Ms. Clapp said that after “long discussions,” MVCL and the county will leave an existing lift in its present location for access to the second floor by tenants (the county will offer rentals on that floor). Ms. Clapp said that her organization will work with upstairs tenants when they need to use it. Two stairways also access the second floor. These will be excluded from the MVCL floor plan to allow private access for second-floor tenants.

Federal rules distinguish a lift from an elevator in ADA standards. These regulations have changed since the VNA lift was installed, and it would be noncompliant if moved. It would be too expensive to build a new elevator or lift, so the old one will remain where it is.

County connection

After the Vineyard Nursing Association (VNA) failed in 2014 and went through a structured foreclosure of its headquarters, the Edgartown National Bank took title to the property. In March 2016, Dukes County used municipal bonds to buy the former VNA building from the bank for $1.4 million (March 2, 2016, “County is poised to close on former VNA building”). Another $200,000 in closing and other costs brought the final figure to $1.6 million.

The county intended to lease the building to the MVCL. It executed a lease with MVCL, effective July 1, 2016. The lease terms give MVCL the ground floor — more than 5,000 square feet — at the cost of the upkeep and operational expenses of the property. MVCL pays no actual rent to the county.

According to Dukes County manager Martina Thornton, it was at first unclear how much of the first floor the MVCL would need. But, she said, as the nonprofit’s planning proceeded, it became clear they were going to use all of it.

The second-floor office space was first offered to each of the six Island towns. This is a condition of the memorandum of understanding (MOU) between the towns that funded the purchase and the county government. The MOU was put in place following the decision to purchase the building made at town meetings across the Island in 2015. The MOU includes an agreement to have the county manage programs through for the towns, and, according to Ms. Thornton, to repay the bond used to purchase the VNA building.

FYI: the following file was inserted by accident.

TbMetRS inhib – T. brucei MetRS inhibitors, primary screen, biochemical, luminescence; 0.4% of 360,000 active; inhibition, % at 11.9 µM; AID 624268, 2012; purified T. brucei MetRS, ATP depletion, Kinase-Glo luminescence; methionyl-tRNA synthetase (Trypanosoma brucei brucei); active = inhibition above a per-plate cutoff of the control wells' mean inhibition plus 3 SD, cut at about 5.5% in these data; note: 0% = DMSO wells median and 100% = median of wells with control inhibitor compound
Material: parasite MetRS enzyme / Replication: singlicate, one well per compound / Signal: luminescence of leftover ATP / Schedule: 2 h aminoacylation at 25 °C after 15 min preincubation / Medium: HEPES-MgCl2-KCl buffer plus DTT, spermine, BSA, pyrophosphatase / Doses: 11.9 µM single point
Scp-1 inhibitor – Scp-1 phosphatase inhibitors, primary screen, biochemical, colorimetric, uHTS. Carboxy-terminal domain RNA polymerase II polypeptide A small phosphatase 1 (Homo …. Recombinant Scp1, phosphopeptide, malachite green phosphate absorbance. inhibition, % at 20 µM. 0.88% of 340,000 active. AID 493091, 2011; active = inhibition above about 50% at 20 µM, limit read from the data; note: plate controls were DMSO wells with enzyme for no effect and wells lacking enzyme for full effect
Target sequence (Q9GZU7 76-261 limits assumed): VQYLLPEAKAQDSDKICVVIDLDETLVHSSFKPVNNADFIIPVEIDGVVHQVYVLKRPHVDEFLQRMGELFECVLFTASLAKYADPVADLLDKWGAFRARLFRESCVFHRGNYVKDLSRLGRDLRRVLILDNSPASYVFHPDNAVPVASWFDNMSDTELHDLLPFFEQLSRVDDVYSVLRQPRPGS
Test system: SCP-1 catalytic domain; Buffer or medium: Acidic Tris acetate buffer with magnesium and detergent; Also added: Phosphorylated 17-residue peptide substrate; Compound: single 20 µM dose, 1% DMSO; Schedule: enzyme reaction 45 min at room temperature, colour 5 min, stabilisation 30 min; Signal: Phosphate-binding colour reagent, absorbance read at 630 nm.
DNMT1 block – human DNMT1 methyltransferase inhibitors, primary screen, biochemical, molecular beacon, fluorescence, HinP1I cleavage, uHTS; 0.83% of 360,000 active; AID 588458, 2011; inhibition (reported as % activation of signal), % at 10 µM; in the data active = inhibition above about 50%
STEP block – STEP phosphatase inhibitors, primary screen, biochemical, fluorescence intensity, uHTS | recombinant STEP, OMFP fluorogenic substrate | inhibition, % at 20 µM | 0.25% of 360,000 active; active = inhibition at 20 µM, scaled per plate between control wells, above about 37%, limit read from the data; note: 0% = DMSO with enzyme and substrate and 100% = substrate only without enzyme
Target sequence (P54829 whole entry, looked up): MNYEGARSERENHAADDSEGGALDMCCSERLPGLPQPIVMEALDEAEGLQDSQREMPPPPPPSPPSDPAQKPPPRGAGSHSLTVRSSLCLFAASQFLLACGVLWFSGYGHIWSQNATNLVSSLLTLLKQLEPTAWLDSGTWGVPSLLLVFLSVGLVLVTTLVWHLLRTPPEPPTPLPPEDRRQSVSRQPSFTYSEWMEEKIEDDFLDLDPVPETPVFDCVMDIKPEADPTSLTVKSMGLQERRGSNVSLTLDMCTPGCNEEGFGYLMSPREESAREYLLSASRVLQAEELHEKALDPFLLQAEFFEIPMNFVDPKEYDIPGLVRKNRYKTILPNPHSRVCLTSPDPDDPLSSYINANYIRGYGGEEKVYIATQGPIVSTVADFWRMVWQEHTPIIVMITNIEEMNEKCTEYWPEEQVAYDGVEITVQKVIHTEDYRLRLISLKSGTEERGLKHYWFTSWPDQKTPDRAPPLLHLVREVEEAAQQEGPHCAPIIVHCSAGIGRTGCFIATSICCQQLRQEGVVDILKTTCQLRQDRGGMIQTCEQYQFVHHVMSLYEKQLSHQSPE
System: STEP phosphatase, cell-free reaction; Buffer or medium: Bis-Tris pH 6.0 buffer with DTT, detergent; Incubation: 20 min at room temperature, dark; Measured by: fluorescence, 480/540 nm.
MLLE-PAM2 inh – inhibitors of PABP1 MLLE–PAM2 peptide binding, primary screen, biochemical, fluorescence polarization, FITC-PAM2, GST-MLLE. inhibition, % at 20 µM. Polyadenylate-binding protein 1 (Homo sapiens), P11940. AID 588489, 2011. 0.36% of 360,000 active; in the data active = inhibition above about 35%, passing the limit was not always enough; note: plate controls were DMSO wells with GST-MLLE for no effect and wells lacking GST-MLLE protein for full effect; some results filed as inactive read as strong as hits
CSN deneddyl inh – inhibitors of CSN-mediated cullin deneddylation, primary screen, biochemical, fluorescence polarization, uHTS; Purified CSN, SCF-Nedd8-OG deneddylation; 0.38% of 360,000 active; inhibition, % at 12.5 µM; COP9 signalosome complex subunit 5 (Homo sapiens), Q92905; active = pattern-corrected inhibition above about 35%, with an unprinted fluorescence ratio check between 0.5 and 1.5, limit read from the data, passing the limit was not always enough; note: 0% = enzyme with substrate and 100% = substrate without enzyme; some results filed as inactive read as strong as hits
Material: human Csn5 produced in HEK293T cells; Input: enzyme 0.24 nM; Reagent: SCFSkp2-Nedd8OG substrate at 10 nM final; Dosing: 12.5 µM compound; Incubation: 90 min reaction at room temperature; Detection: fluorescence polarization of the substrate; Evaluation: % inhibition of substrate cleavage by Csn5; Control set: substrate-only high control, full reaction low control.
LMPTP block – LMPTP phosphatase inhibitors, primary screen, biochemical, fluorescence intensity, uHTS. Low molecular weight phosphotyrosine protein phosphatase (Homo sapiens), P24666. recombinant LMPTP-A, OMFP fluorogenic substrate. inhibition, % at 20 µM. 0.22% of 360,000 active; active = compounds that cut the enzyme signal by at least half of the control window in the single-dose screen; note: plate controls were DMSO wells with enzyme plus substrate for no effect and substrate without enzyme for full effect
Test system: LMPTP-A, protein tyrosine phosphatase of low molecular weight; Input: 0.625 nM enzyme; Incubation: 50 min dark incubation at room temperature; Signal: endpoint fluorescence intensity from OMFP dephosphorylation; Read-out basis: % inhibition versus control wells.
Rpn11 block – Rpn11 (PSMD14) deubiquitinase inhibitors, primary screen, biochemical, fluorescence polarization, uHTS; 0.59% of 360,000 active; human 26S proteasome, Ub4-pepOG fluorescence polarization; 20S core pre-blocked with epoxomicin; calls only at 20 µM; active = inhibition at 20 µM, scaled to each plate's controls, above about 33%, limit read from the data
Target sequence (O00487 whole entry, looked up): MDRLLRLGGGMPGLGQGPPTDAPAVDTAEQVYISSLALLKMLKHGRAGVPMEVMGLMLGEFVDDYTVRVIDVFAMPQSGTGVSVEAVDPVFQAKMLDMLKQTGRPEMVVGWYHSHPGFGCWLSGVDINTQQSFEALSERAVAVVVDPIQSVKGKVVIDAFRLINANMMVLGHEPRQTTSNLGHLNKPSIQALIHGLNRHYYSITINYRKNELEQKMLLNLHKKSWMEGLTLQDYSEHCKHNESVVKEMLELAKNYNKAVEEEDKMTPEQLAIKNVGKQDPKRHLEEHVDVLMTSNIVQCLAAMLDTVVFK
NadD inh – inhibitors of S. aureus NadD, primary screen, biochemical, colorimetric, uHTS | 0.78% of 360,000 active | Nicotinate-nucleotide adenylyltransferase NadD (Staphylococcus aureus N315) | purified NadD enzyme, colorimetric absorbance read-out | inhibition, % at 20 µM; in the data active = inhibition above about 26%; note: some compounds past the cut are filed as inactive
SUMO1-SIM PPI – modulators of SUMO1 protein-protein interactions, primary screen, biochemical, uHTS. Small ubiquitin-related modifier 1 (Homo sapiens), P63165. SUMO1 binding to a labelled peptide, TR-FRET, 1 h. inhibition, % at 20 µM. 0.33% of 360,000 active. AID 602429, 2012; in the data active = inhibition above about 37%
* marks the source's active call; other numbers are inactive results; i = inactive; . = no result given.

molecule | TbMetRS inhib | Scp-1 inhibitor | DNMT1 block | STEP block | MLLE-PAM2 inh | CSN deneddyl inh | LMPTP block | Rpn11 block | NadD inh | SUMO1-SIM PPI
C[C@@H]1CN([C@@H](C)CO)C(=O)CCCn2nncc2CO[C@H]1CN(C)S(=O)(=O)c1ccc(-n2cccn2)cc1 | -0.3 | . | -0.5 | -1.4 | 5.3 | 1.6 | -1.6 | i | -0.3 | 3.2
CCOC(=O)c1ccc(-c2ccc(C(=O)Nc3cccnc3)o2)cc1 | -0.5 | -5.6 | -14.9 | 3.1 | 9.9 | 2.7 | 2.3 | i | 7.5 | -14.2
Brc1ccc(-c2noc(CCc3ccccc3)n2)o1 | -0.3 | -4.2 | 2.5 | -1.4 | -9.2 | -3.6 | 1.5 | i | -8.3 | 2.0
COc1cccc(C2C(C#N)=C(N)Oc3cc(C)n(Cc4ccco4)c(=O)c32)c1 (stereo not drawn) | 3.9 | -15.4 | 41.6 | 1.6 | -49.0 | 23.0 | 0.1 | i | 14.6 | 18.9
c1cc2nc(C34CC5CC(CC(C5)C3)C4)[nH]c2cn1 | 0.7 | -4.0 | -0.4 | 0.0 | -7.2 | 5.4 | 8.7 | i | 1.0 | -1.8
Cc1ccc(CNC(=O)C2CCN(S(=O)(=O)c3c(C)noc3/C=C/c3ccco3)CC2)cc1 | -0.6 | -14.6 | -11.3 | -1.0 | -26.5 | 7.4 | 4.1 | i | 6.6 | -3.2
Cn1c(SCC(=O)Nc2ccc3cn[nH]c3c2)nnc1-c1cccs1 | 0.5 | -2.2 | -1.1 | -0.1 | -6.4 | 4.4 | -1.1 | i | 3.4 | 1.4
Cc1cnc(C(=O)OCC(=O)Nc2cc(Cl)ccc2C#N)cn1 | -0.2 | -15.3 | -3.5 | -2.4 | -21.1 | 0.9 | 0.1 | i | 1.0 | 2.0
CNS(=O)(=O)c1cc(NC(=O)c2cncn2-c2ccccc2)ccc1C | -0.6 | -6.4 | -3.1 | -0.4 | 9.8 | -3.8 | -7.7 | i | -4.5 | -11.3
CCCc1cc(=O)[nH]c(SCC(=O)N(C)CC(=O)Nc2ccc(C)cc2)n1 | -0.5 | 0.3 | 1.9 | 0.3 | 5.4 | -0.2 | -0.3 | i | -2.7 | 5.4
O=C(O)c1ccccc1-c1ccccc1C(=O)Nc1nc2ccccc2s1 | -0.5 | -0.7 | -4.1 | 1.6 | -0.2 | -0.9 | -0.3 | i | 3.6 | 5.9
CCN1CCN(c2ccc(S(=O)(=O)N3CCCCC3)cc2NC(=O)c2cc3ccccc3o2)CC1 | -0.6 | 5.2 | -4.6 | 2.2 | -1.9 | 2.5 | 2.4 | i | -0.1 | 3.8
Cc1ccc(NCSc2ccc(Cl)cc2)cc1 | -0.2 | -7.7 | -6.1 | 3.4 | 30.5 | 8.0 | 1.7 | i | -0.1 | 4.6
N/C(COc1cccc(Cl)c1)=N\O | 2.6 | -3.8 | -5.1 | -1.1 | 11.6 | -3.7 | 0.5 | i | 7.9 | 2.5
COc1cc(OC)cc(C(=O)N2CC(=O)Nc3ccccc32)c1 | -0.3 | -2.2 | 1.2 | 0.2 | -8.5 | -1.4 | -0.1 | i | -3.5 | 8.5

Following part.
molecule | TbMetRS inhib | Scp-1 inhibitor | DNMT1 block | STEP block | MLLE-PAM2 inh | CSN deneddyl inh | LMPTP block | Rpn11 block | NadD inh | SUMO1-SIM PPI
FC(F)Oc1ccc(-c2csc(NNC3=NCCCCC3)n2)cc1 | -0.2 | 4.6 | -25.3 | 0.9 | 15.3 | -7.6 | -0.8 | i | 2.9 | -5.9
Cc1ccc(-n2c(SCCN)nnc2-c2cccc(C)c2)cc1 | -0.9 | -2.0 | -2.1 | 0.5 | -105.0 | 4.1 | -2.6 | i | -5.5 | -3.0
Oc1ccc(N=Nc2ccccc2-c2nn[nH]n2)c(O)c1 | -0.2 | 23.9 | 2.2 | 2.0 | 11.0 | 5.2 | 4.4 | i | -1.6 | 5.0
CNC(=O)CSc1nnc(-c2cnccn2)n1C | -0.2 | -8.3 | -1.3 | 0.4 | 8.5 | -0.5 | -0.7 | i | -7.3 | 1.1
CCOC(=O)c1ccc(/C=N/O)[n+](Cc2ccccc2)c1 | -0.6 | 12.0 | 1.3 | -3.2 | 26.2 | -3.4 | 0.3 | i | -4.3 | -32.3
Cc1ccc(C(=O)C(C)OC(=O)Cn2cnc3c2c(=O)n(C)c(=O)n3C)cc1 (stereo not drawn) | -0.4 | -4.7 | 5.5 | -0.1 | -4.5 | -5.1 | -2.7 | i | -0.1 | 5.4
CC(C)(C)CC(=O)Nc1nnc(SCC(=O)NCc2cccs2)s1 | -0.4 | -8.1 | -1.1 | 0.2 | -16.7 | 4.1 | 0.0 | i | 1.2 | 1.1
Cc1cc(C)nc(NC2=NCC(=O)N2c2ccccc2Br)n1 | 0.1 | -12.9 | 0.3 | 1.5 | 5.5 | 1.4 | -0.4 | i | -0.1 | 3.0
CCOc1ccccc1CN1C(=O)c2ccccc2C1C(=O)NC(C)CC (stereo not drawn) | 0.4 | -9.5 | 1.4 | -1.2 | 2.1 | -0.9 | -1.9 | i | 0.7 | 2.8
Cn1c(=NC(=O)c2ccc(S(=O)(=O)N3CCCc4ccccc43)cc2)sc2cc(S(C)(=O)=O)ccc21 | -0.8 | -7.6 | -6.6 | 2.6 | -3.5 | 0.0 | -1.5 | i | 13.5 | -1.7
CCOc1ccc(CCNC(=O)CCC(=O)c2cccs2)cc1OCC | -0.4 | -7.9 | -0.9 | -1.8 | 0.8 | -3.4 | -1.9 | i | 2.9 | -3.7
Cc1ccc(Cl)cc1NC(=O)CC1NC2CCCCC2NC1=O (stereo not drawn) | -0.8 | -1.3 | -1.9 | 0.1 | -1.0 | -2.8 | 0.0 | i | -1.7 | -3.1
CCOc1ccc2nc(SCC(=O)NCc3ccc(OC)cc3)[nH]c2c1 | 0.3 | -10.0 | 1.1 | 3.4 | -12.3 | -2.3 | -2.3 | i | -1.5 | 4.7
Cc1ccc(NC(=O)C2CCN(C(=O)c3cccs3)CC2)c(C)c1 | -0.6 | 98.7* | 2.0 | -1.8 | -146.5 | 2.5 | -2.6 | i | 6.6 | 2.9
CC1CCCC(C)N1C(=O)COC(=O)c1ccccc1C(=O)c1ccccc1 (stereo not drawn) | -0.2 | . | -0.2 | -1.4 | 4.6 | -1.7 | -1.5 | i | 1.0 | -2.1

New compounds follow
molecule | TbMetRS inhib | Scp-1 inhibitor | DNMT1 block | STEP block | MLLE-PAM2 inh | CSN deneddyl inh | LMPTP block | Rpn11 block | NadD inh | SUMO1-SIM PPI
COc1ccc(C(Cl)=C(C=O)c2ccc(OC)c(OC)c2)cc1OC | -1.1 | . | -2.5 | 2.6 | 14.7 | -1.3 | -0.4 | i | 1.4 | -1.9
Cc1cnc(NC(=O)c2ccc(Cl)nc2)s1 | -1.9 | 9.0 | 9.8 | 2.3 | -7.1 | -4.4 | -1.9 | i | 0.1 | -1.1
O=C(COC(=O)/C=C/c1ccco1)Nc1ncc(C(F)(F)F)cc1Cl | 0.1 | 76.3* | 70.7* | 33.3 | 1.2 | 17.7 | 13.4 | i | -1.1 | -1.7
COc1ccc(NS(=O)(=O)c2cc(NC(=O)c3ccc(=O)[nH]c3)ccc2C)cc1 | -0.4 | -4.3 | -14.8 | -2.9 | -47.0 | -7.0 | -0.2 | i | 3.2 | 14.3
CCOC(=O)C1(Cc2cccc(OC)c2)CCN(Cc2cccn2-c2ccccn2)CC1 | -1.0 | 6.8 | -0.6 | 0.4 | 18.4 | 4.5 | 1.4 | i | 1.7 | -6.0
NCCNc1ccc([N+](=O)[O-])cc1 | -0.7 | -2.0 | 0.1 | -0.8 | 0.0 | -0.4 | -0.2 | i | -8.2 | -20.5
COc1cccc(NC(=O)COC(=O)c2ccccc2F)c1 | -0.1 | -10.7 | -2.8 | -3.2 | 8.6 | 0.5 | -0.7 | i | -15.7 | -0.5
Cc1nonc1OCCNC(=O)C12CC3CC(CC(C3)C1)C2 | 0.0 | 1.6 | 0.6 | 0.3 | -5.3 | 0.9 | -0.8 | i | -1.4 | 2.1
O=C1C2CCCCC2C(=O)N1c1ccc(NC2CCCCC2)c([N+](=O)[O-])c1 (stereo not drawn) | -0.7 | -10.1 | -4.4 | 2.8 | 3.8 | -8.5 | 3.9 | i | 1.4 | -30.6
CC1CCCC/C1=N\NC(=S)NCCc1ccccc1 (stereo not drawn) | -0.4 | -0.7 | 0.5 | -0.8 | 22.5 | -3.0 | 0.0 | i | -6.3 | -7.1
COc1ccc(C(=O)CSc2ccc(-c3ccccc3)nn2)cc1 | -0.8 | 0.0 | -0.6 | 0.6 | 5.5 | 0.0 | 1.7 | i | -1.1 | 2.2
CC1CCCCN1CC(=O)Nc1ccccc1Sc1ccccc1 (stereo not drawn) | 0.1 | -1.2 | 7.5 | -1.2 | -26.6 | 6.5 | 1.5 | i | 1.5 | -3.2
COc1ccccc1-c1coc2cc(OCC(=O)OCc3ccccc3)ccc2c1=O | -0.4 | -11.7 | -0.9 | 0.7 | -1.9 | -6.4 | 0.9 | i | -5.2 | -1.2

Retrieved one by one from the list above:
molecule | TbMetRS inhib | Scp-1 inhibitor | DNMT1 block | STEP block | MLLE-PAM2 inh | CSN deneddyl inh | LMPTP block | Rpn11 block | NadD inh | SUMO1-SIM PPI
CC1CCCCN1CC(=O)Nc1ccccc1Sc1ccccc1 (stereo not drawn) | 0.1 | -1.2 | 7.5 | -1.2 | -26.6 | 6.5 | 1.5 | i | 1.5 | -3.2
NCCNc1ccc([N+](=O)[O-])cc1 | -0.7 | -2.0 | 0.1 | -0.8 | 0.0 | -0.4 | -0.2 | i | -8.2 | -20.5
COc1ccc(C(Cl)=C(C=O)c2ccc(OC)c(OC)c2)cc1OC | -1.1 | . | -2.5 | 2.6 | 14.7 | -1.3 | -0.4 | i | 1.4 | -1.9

As to the second-floor space, Ms. Thornton explained, “If any of the municipalities needed the [second floor] space, then they would be able to have it for less than market value.”

This offer of the space to the towns took precedence over state law because the MOU included the understanding that an agreement between the county and one of the towns for use of the space might be nonmonetary.

“The towns are contributing monetarily to the purchase of this building,” Ms. Thornton said. “So why shouldn’t they be allowed to use the space, if they want to?”

None of the towns expressed interest, so Chapter 34, Section 14, of Massachusetts General Laws was invoked. Under this law, space in the county-owned building must first be offered to the state and to the town government in which the parcel sits — in this case, both Tisbury and Oak Bluffs — before it goes on the open market.

Ms. Thornton said a draft letter that offers the second floor to the state for lease is under legal review. The letter will give the state 30 days to respond. Ms. Thornton does not expect the state to be a tenant.

The county intends to rent the second floor of the building, Ms. Thornton said. The rental proceeds from the second level will be used to offset the operating costs MVCL pays to the county. The MVCL does not pay rent because its budget is already funded by contributions from the towns.

“It doesn’t make sense for us to make money off the towns,” Ms. Thornton said. “So the Center for Living simply reimburses us for the expenses we have related to the upkeep of the building.”

Ms. Thornton said that until it’s complete, the first-floor renovation is likely to impede the second floor’s use as a rental. State procurement laws could make solicitation of potential second-floor renters a sluggish process. There must be a public hearing before a lease can be signed.